Installation guidance for SQL Server on Linux

Applies to: yesSQL Server (all supported versions) - Linux

This article provides guidance for installing, updating, and uninstalling SQL Server 2017 (14.x), and SQL Server 2019 (15.x) on Linux.


For installing SQL Server 2022 (16.x) Preview CTP 2.0 on Linux, see Installation guidance for SQL Server 2022 (16.x) Preview on Linux.

For other deployment scenarios, see:

This guide covers several deployment scenarios. If you are only looking for step-by-step installation instructions, jump to one of the quickstarts:

For answers to frequently asked questions, see the SQL Server on Linux FAQ.

Supported platforms

SQL Server is supported on Red Hat Enterprise Linux (RHEL), SUSE Linux Enterprise Server (SLES), and Ubuntu. It is also supported as a Docker image, which can run on Docker Engine on Linux or Docker for Windows/Mac.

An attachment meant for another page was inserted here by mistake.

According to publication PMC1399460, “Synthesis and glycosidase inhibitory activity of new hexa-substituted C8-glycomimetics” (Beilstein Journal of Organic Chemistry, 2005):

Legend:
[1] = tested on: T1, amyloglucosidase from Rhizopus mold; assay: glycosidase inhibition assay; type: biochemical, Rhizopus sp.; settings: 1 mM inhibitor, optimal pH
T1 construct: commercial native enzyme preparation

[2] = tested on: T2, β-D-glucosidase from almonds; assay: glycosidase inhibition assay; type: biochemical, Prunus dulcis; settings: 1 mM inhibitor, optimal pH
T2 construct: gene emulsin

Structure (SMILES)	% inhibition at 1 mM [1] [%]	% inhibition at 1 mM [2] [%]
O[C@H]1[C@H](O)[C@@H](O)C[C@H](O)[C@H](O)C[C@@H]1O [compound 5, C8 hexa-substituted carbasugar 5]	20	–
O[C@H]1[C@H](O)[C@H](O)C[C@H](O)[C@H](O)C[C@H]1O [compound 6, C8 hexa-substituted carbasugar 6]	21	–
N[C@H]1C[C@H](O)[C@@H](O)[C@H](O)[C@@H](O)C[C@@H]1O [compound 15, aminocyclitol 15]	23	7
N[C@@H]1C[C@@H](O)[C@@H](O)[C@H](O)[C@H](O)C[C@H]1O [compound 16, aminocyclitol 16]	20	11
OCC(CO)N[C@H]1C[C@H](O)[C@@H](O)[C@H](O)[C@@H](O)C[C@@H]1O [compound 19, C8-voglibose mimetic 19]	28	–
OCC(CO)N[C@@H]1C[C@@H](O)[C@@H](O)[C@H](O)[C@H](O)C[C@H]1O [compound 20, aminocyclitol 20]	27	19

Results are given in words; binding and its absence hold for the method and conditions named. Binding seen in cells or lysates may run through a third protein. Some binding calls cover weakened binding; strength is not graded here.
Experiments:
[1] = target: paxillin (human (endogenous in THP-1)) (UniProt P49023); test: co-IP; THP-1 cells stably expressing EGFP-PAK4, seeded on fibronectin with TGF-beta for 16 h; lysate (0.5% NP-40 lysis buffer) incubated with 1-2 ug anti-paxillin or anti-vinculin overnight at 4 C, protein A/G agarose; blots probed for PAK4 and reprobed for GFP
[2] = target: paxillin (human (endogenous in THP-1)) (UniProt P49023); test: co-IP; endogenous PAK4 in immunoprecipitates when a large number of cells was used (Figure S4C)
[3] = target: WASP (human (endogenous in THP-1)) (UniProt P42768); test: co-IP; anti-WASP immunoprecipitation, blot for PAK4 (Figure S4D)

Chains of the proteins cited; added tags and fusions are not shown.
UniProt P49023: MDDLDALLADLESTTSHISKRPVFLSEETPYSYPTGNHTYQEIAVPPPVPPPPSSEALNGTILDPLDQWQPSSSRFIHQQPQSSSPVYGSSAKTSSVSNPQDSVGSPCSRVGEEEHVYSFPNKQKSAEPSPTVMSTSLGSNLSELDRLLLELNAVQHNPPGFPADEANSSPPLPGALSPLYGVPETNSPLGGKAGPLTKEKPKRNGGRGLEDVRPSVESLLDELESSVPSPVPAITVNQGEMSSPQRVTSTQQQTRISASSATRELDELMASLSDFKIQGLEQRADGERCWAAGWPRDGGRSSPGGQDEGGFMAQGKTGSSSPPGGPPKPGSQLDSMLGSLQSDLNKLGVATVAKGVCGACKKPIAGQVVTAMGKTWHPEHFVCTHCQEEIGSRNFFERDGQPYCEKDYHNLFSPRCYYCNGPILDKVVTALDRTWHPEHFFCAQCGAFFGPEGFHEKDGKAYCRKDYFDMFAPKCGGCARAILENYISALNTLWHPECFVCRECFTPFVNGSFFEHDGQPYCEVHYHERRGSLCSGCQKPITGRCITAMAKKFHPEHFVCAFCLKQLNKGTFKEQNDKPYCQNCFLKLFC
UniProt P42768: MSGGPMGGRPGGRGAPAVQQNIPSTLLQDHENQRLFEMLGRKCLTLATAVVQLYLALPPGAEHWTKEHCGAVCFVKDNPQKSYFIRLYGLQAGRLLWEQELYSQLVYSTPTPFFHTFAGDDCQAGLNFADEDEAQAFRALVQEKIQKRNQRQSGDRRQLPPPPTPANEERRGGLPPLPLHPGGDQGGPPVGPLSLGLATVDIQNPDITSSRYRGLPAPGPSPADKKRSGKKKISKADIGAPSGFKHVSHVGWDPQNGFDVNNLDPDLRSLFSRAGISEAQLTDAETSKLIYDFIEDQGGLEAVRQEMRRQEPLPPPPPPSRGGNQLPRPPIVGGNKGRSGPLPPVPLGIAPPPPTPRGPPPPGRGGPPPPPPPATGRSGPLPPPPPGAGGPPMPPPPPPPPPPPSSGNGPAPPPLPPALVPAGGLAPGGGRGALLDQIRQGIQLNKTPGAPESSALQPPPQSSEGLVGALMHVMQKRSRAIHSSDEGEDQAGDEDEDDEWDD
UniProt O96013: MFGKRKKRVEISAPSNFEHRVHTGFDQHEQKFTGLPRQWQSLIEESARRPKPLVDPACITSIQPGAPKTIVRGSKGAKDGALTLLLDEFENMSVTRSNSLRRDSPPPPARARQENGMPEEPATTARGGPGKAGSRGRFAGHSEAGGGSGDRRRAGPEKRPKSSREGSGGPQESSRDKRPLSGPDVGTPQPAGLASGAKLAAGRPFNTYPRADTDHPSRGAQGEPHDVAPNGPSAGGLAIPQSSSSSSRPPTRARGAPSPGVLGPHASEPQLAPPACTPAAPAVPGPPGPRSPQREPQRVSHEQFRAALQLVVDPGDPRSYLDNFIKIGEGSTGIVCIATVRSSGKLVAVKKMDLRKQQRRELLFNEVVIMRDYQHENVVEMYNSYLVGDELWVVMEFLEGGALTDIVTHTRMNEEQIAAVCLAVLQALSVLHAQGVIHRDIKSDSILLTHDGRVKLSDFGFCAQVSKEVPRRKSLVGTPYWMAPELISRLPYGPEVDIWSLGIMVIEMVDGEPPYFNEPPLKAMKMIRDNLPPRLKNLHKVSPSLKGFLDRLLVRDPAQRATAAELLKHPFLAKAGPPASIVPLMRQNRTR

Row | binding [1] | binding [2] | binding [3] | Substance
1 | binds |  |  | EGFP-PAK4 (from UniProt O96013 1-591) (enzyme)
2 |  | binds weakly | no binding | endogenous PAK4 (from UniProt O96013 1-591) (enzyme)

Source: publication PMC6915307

Platform Supported version(s) Get
Red Hat Enterprise Linux 7.7 - 7.9, 8.0 - 8.5 Get RHEL
SUSE Linux Enterprise Server v12 SP3 - SP5 Get SLES v12
Ubuntu 16.04, 18.04 Get Ubuntu 18.04
Docker Engine 1.8+ Get Docker
Platform File System Installation Guide Get
Red Hat Enterprise Linux 7.7 - 7.9, or 8.0 - 8.5 Server XFS or EXT4 Installation guide Get RHEL 8.0
SUSE Enterprise Linux Server v12 (SP3 - SP5) or v15 XFS or EXT4 Installation guide Get SLES v15
Ubuntu 16.04 LTS, 18.04 LTS, 20.04 LTS XFS or EXT4 Installation guide Get Ubuntu 20.04
Docker Engine 1.8+ on Windows, Mac, or Linux N/A Installation guide Get Docker


For more information, review the system requirements for SQL Server on Linux. For the latest support policy for SQL Server 2017, see the Technical support policy for Microsoft SQL Server.

Microsoft also supports deploying and managing SQL Server containers by using OpenShift and Kubernetes.


SQL Server is tested and supported on Linux for the previously listed distributions. If you choose to install SQL Server on an unsupported operating system, please review the Support policy section of the Technical support policy for Microsoft SQL Server to understand the support implications.